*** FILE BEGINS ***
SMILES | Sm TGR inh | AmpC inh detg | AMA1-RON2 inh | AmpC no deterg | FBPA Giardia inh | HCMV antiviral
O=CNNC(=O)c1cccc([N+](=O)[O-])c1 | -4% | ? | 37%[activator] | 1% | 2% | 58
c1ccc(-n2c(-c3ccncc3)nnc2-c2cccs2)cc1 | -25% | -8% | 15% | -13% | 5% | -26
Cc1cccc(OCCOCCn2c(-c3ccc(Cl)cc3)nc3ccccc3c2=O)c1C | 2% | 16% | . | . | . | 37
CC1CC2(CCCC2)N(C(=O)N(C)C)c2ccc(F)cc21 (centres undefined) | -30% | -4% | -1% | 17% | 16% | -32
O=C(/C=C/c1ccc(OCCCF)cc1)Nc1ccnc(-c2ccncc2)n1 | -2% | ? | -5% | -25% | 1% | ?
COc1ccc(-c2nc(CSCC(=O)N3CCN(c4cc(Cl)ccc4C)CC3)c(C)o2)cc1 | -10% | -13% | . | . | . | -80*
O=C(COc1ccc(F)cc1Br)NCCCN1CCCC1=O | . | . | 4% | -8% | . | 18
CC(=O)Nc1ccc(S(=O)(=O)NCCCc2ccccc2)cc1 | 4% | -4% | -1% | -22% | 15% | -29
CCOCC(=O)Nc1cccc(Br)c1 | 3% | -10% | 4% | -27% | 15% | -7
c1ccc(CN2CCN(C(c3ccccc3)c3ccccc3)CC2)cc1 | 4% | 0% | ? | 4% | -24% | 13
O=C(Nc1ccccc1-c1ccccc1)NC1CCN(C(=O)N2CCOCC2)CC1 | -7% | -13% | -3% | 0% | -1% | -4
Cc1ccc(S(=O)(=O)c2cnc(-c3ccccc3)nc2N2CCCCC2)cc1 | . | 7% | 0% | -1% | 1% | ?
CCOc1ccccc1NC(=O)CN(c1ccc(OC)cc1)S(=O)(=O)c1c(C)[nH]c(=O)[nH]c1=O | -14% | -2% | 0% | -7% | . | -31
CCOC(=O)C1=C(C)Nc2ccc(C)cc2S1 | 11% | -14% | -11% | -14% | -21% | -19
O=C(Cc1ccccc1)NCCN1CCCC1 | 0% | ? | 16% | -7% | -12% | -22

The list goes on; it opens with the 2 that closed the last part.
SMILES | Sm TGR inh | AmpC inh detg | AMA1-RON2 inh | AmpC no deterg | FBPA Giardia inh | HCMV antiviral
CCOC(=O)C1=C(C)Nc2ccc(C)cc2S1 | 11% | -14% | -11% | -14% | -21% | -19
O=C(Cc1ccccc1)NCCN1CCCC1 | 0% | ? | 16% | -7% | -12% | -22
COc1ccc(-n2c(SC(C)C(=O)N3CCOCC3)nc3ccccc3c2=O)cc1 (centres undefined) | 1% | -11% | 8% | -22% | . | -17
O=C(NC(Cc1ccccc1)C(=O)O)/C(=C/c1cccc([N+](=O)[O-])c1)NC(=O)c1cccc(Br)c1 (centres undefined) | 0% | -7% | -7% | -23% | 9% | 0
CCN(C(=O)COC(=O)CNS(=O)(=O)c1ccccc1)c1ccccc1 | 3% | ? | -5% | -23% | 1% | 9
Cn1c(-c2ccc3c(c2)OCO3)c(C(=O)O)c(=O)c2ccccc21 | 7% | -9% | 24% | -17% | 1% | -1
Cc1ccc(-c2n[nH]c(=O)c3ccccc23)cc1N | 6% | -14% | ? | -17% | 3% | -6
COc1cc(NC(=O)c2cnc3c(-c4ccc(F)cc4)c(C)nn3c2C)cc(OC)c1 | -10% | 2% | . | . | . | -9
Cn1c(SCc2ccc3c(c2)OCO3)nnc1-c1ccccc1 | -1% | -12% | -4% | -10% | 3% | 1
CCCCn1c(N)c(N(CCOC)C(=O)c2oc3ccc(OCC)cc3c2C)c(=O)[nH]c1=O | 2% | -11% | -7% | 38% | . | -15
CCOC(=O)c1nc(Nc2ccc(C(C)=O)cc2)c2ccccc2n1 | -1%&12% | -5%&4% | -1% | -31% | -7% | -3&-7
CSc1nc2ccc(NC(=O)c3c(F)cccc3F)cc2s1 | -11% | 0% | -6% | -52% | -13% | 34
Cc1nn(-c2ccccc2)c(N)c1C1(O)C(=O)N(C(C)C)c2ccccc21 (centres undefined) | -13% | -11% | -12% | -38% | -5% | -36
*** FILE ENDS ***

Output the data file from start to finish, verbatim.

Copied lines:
SMILES | Sm TGR inh | AmpC inh detg | AMA1-RON2 inh | AmpC no deterg | FBPA Giardia inh | HCMV antiviral
O=CNNC(=O)c1cccc([N+](=O)[O-])c1 | -4% | ? | 37%[activator] | 1% | 2% | 58
c1ccc(-n2c(-c3ccncc3)nnc2-c2cccs2)cc1 | -25% | -8% | 15% | -13% | 5% | -26
Cc1cccc(OCCOCCn2c(-c3ccc(Cl)cc3)nc3ccccc3c2=O)c1C | 2% | 16% | . | . | . | 37
CC1CC2(CCCC2)N(C(=O)N(C)C)c2ccc(F)cc21 (centres undefined) | -30% | -4% | -1% | 17% | 16% | -32
O=C(/C=C/c1ccc(OCCCF)cc1)Nc1ccnc(-c2ccncc2)n1 | -2% | ? | -5% | -25% | 1% | ?
COc1ccc(-c2nc(CSCC(=O)N3CCN(c4cc(Cl)ccc4C)CC3)c(C)o2)cc1 | -10% | -13% | . | . | . | -80*
O=C(COc1ccc(F)cc1Br)NCCCN1CCCC1=O | . | . | 4% | -8% | . | 18
CC(=O)Nc1ccc(S(=O)(=O)NCCCc2ccccc2)cc1 | 4% | -4% | -1% | -22% | 15% | -29
CCOCC(=O)Nc1cccc(Br)c1 | 3% | -10% | 4% | -27% | 15% | -7
c1ccc(CN2CCN(C(c3ccccc3)c3ccccc3)CC2)cc1 | 4% | 0% | ? | 4% | -24% | 13
O=C(Nc1ccccc1-c1ccccc1)NC1CCN(C(=O)N2CCOCC2)CC1 | -7% | -13% | -3% | 0% | -1% | -4
Cc1ccc(S(=O)(=O)c2cnc(-c3ccccc3)nc2N2CCCCC2)cc1 | . | 7% | 0% | -1% | 1% | ?
CCOc1ccccc1NC(=O)CN(c1ccc(OC)cc1)S(=O)(=O)c1c(C)[nH]c(=O)[nH]c1=O | -14% | -2% | 0% | -7% | . | -31
CCOC(=O)C1=C(C)Nc2ccc(C)cc2S1 | 11% | -14% | -11% | -14% | -21% | -19
O=C(Cc1ccccc1)NCCN1CCCC1 | 0% | ? | 16% | -7% | -12% | -22

The list goes on; it opens with the 2 that closed the last part.
SMILES | Sm TGR inh | AmpC inh detg | AMA1-RON2 inh | AmpC no deterg | FBPA Giardia inh | HCMV antiviral
CCOC(=O)C1=C(C)Nc2ccc(C)cc2S1 | 11% | -14% | -11% | -14% | -21% | -19
O=C(Cc1ccccc1)NCCN1CCCC1 | 0% | ? | 16% | -7% | -12% | -22
COc1ccc(-n2c(SC(C)C(=O)N3CCOCC3)nc3ccccc3c2=O)cc1 (centres undefined) | 1% | -11% | 8% | -22% | . | -17
O=C(NC(Cc1ccccc1)C(=O)O)/C(=C/c1cccc([N+](=O)[O-])c1)NC(=O)c1cccc(Br)c1 (centres undefined) | 0% | -7% | -7% | -23% | 9% | 0
CCN(C(=O)COC(=O)CNS(=O)(=O)c1ccccc1)c1ccccc1 | 3% | ? | -5% | -23% | 1% | 9
Cn1c(-c2ccc3c(c2)OCO3)c(C(=O)O)c(=O)c2ccccc21 | 7% | -9% | 24% | -17% | 1% | -1
Cc1ccc(-c2n[nH]c(=O)c3ccccc23)cc1N | 6% | -14% | ? | -17% | 3% | -6
COc1cc(NC(=O)c2cnc3c(-c4ccc(F)cc4)c(C)nn3c2C)cc(OC)c1 | -10% | 2% | . | . | . | -9
Cn1c(SCc2ccc3c(c2)OCO3)nnc1-c1ccccc1 | -1% | -12% | -4% | -10% | 3% | 1
CCCCn1c(N)c(N(CCOC)C(=O)c2oc3ccc(OCC)cc3c2C)c(=O)[nH]c1=O | 2% | -11% | -7% | 38% | . | -15
CCOC(=O)c1nc(Nc2ccc(C(C)=O)cc2)c2ccccc2n1 | -1%&12% | -5%&4% | -1% | -31% | -7% | -3&-7
CSc1nc2ccc(NC(=O)c3c(F)cccc3F)cc2s1 | -11% | 0% | -6% | -52% | -13% | 34
Cc1nn(-c2ccccc2)c(N)c1C1(O)C(=O)N(C(C)C)c2ccccc21 (centres undefined) | -13% | -11% | -12% | -38% | -5% | -36